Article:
State Governors Support Pharmacist Provider Status

The National Governors Association is exploring and supporting pharmacists' expanding role in providing direct patient care outside of dispensing medications.

The National Governors Association (NGA) is exploring and supporting pharmacists’ expanding role in providing direct patient care outside of dispensing medications.

“States…are examining their health care systems to define policies that create efficient models of care focused on improved quality and health outcomes as well as reduced costs. Integrating pharmacists, who represent the third-largest health profession, into such systems is important for achieving intended goals,” the NGA wrote in a paper released on January 13, 2015. “Pharmacists have the professional expertise to address key challenges facing the health care system, including the prevalence of people who have multiple chronic conditions and the increased use of more complex medications to manage those diseases.”

National Association of Chain Drug Stores President and CEO Steven C. Anderson, IOM, CAE, echoed the NGA’s sentiments in a press release.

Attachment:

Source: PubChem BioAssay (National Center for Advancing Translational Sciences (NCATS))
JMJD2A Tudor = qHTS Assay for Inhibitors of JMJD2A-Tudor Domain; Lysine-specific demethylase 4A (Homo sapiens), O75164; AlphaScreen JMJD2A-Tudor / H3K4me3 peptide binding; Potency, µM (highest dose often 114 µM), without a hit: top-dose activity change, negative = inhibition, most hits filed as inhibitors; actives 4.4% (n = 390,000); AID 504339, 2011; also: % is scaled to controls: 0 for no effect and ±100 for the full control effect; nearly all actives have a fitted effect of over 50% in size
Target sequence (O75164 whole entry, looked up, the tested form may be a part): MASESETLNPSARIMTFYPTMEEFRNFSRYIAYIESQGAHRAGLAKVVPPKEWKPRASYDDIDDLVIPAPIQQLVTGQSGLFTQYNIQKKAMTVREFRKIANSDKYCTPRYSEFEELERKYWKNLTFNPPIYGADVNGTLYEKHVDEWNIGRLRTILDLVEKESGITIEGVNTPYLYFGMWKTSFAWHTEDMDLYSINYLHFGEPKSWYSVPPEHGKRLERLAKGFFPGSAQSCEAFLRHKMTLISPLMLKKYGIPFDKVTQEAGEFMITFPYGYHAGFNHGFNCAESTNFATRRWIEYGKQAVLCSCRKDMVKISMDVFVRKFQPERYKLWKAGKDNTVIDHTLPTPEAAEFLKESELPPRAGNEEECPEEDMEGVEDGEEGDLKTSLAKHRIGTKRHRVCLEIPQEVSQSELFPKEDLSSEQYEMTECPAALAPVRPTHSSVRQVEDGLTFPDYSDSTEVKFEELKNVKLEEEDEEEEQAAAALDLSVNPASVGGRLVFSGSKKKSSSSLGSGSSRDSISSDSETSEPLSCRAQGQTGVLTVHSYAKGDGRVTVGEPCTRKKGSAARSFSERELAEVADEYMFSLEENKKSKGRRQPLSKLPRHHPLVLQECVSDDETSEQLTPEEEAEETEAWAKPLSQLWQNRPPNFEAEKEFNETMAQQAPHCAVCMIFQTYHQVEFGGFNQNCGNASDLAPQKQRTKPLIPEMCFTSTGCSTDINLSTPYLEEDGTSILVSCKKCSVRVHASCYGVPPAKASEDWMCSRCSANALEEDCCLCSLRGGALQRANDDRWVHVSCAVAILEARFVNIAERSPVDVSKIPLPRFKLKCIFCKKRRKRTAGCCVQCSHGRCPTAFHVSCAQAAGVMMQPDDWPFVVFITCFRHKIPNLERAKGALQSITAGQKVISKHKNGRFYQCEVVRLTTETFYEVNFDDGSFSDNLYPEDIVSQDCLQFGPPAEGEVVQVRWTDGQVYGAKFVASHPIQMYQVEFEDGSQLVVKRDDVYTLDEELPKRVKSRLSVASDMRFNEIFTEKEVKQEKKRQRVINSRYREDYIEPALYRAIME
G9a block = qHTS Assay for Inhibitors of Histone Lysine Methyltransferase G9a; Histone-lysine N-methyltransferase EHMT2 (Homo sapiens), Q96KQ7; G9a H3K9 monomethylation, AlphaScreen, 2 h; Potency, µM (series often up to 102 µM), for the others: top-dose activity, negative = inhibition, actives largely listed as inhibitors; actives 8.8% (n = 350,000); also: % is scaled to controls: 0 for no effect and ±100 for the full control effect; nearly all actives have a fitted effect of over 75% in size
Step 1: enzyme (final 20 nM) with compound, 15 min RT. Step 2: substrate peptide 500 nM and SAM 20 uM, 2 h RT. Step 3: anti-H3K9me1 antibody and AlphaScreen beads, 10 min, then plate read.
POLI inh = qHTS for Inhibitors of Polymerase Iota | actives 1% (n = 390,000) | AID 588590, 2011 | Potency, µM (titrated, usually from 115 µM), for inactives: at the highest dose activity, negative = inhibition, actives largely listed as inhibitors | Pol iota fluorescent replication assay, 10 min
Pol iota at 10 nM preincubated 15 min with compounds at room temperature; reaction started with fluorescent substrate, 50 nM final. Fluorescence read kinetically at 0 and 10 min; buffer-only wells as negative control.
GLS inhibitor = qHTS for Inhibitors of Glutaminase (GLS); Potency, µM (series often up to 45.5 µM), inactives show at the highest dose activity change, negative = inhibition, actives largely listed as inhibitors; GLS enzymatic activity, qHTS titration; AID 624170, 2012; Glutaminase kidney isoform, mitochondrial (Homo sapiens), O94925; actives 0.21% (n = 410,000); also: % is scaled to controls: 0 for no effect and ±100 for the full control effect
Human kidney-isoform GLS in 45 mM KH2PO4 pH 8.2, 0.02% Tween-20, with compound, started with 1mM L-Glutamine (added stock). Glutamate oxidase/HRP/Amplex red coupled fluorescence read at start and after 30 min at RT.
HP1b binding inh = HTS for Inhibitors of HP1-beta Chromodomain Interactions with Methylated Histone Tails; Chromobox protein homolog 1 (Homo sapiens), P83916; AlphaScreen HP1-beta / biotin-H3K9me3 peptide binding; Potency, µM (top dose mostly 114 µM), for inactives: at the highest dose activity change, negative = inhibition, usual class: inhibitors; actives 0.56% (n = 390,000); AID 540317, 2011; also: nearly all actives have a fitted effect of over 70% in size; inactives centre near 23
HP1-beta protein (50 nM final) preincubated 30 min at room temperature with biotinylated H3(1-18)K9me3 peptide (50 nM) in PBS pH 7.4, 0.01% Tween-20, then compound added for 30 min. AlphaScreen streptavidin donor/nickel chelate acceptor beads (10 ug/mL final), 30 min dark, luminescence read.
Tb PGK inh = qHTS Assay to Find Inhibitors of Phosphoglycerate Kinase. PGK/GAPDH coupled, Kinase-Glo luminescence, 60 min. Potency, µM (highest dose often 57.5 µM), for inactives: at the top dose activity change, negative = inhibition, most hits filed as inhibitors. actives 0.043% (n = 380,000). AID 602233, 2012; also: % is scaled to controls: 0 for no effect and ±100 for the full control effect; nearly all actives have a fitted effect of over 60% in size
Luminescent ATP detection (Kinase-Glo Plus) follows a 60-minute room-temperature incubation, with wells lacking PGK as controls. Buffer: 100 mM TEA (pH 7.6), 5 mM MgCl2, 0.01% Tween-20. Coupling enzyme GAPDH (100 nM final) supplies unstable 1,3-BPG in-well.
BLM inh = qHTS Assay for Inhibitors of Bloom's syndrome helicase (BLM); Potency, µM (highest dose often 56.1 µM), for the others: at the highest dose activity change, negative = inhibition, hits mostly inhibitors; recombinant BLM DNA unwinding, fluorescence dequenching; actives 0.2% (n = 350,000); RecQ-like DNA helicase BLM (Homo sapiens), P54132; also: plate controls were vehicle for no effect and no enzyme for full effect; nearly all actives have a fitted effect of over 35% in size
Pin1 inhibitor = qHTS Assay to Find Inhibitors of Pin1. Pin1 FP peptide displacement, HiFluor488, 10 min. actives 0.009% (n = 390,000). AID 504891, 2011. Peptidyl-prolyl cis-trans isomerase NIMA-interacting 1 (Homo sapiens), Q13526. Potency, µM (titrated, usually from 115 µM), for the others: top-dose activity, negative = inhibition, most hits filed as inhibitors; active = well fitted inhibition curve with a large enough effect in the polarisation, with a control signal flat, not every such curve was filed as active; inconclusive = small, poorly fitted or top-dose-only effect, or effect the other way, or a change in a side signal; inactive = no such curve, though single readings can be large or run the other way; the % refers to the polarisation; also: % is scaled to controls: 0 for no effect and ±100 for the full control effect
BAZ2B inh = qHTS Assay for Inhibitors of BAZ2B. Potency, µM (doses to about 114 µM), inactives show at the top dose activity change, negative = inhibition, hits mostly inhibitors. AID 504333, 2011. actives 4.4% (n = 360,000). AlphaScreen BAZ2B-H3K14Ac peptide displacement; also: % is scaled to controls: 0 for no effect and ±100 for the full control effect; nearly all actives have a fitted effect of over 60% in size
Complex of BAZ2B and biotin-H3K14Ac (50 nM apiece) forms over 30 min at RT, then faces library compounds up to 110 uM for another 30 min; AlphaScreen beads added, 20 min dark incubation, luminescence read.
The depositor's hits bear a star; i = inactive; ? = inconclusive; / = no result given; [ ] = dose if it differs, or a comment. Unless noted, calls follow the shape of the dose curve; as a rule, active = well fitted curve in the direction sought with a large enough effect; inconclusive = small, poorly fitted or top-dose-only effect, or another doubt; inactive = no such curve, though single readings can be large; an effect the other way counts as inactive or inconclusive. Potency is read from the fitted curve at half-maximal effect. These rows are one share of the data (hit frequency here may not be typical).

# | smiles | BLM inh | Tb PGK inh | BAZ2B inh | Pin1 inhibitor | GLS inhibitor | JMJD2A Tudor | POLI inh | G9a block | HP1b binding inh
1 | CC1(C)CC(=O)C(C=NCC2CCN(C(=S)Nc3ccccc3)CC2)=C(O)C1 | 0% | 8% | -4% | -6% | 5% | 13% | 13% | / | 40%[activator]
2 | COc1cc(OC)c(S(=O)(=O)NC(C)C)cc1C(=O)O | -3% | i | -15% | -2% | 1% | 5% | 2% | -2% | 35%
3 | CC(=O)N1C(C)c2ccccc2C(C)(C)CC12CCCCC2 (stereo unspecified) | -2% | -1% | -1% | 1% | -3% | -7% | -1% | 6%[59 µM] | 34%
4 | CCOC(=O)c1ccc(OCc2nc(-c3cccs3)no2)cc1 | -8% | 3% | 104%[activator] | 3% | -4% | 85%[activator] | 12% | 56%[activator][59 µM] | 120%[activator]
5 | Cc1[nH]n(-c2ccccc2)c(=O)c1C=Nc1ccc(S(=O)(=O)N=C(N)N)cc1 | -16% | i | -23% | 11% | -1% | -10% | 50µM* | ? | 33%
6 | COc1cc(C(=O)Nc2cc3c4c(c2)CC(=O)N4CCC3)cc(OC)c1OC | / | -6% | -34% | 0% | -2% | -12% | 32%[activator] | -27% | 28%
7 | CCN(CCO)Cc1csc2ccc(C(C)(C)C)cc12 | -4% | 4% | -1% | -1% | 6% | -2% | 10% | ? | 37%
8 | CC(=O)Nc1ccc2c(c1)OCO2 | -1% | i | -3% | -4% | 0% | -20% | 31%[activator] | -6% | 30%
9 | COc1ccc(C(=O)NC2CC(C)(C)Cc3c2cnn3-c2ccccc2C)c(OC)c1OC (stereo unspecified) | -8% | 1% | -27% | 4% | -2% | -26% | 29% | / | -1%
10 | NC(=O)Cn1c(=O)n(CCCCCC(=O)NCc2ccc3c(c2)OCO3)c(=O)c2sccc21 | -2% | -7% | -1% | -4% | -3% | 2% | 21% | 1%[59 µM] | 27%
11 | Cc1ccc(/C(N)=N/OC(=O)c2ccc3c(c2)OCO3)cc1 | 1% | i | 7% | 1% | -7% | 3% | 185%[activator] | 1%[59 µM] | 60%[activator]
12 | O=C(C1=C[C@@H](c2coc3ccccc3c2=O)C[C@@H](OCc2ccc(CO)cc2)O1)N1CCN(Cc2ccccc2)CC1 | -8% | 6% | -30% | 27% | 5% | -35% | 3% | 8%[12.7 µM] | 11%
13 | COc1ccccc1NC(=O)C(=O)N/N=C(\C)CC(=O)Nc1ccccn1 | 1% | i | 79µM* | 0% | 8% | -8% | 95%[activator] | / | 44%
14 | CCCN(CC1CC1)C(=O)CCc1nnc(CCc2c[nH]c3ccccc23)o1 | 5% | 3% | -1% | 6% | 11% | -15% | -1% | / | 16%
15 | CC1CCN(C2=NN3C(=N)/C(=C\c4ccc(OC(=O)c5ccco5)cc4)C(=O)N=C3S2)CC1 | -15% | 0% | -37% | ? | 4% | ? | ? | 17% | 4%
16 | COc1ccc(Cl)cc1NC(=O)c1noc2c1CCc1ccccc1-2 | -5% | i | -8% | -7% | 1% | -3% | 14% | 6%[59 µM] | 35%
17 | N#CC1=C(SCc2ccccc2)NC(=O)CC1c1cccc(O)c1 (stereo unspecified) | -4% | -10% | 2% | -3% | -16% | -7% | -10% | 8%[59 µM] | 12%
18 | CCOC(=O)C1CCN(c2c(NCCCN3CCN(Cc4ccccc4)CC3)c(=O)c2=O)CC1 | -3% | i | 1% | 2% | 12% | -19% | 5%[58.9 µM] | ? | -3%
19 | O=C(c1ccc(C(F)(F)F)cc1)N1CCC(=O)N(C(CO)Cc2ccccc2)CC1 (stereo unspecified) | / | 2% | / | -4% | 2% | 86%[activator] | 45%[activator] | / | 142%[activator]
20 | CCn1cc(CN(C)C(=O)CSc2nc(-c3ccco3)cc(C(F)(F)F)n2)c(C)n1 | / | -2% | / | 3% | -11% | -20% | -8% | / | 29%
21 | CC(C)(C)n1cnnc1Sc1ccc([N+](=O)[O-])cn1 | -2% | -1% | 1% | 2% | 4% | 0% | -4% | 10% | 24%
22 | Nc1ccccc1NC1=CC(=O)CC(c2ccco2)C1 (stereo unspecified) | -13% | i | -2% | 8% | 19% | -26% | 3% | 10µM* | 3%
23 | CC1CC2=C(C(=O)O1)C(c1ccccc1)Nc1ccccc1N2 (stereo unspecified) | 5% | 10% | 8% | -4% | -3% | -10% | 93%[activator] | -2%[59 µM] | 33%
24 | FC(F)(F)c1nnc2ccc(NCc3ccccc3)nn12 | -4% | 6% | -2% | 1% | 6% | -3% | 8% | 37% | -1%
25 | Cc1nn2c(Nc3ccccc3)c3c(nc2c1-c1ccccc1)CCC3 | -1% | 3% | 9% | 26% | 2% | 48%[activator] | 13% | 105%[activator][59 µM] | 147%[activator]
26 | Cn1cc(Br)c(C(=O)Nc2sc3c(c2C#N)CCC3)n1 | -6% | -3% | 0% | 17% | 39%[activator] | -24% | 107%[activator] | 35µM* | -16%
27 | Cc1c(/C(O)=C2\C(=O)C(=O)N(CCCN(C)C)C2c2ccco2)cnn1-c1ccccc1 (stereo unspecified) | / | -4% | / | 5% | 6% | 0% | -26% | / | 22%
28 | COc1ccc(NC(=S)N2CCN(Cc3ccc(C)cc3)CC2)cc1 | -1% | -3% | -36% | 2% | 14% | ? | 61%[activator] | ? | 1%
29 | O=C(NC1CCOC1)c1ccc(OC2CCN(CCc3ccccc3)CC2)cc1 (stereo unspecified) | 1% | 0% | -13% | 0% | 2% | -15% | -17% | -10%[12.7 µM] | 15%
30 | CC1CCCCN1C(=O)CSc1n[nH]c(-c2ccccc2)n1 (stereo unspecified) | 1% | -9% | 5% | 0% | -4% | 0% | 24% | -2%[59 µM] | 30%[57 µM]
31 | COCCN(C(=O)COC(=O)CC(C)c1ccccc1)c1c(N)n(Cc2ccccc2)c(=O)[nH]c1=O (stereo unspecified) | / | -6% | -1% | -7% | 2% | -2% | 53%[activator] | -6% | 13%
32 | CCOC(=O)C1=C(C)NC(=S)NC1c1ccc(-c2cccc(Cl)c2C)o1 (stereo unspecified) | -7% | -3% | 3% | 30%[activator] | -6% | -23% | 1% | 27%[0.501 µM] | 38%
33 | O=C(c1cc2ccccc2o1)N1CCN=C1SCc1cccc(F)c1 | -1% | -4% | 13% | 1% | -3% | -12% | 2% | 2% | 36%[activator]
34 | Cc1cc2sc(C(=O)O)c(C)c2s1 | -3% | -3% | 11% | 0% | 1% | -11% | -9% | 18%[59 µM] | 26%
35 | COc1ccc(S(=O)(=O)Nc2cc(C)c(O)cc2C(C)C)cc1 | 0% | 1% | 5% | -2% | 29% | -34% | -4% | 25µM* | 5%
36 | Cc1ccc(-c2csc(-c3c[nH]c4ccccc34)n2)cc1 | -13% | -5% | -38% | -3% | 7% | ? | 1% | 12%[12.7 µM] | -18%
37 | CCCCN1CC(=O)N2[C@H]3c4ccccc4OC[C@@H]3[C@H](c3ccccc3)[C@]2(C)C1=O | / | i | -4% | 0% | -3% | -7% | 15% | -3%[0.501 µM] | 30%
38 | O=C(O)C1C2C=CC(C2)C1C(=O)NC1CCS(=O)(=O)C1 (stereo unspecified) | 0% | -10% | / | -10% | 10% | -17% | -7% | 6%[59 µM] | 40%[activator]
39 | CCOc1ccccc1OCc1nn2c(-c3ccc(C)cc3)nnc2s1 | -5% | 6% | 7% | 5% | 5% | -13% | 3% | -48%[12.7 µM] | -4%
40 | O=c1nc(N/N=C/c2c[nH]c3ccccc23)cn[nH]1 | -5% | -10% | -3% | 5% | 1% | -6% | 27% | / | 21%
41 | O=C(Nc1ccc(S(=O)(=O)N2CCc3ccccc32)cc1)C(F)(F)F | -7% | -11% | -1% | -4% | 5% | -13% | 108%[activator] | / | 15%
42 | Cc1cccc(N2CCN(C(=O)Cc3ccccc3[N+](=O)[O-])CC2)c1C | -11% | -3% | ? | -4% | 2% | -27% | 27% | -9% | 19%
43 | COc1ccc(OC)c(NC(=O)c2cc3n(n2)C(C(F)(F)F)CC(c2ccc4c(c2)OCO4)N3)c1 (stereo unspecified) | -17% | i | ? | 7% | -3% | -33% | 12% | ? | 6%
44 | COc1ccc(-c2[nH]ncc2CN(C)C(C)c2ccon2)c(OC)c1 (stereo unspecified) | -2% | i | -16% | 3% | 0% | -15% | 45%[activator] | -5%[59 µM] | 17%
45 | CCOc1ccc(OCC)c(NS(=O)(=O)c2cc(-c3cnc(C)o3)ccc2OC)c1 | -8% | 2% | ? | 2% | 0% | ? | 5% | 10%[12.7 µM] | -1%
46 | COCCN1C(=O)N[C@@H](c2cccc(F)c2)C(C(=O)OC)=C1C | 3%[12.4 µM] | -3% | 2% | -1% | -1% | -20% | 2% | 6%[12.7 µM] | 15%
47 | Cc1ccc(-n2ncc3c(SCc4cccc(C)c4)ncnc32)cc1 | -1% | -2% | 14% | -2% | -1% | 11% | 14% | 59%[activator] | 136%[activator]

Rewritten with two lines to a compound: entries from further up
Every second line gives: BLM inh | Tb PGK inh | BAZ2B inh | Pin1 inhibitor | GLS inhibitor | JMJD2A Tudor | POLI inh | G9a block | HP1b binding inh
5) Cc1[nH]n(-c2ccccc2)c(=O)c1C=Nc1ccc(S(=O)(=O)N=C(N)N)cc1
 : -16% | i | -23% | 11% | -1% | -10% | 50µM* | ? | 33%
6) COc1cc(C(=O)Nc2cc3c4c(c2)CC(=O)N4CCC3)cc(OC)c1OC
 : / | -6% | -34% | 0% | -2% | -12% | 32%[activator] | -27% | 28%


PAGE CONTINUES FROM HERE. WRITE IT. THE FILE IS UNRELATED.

“Trusted and accessible, we know that pharmacists are also playing an increasingly important role in the delivery of health care services, and now commonly provide immunizations, as well as medication therapy management services,” Anderson stated. “Pharmacists’ education and expertise help patients prevent and manage chronic diseases and provide simple medical testing services to manage health.”

However, the NGA highlighted several barriers to fully integrating pharmacists into chronic care delivery teams, including variation in state regulations governing collaborative practice agreements, limitations on access to health information technology systems, and lack of formal recognition of pharmacists as providers to ensure adequate compensation for direct patient care services.

“The integration of pharmacists into team-based models of care could potentially lead to improved health outcomes. To realize that prospect, states should consider engaging in coordinated efforts to address the greatest challenges pharmacists face,” the NGA wrote. “…Examining state-specific challenges and promising practices from other states will allow states to develop policies that permit pharmacists to practice within the full scope of their professional training across the health care continuum.”

The NGA pointed out that California, Montana, New Mexico, and North Carolina have taken an alternative approach toward expanding pharmacists’ practice scope by implementing advanced pharmacy practice (APP) designation, though the requirements vary across those states. Regardless of formal APP recognition, the lack of sufficient reimbursement for services provided by APPs hinders greater adoption, the NGA said.